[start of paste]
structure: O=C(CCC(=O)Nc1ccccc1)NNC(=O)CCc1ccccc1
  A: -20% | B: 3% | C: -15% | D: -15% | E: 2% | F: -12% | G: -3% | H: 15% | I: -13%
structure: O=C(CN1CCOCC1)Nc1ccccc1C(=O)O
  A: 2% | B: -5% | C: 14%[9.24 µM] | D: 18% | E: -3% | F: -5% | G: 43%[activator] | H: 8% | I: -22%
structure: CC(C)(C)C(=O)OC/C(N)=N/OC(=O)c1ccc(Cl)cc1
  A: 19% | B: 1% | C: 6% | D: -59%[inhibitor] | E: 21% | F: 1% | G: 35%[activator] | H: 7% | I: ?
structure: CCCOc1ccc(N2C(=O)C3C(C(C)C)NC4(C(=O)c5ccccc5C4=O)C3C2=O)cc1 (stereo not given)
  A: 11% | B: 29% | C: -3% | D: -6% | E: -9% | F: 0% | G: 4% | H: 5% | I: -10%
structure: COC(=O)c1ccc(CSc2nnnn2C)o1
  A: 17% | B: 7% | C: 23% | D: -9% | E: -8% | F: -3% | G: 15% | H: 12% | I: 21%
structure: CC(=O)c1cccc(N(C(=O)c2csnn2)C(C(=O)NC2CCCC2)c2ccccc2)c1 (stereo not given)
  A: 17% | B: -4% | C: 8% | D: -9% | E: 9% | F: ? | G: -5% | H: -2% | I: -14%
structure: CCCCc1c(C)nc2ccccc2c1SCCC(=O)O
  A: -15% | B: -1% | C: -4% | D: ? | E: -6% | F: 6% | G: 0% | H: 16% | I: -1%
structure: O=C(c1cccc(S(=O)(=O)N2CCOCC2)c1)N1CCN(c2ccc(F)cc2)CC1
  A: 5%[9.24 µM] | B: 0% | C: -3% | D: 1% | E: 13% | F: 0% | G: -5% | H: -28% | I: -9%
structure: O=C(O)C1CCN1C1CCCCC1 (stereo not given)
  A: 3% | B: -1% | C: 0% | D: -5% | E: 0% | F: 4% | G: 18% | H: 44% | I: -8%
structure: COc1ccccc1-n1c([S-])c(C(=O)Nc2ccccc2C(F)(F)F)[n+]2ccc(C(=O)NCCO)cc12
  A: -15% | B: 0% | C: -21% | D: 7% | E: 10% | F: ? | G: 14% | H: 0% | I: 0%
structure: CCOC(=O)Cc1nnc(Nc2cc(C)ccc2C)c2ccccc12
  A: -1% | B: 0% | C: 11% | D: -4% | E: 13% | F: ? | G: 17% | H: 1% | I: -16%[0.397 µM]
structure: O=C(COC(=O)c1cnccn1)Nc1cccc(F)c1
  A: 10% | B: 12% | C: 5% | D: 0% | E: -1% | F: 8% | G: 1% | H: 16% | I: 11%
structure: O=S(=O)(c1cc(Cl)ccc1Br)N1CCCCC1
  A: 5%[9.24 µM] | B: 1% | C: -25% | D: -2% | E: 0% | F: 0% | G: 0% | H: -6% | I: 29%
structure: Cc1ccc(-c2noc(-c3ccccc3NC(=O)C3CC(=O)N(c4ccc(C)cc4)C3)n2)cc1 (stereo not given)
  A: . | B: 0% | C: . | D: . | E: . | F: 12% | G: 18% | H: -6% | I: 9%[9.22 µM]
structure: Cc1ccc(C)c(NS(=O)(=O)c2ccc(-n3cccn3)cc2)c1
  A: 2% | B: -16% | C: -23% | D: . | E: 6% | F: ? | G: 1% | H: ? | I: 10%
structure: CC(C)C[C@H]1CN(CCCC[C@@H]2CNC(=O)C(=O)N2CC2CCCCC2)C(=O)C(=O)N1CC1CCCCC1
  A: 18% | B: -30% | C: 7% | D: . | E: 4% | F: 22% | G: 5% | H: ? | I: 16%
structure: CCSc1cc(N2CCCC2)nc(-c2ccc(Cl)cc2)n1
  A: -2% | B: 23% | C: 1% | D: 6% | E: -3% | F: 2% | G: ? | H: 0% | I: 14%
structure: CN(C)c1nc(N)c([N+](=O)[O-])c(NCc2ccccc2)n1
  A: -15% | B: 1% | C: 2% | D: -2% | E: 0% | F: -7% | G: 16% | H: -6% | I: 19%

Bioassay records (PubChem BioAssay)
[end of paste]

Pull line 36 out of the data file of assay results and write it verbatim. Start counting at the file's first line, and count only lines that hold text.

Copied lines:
  A: -15% | B: 1% | C: 2% | D: -2% | E: 0% | F: -7% | G: 16% | H: -6% | I: 19%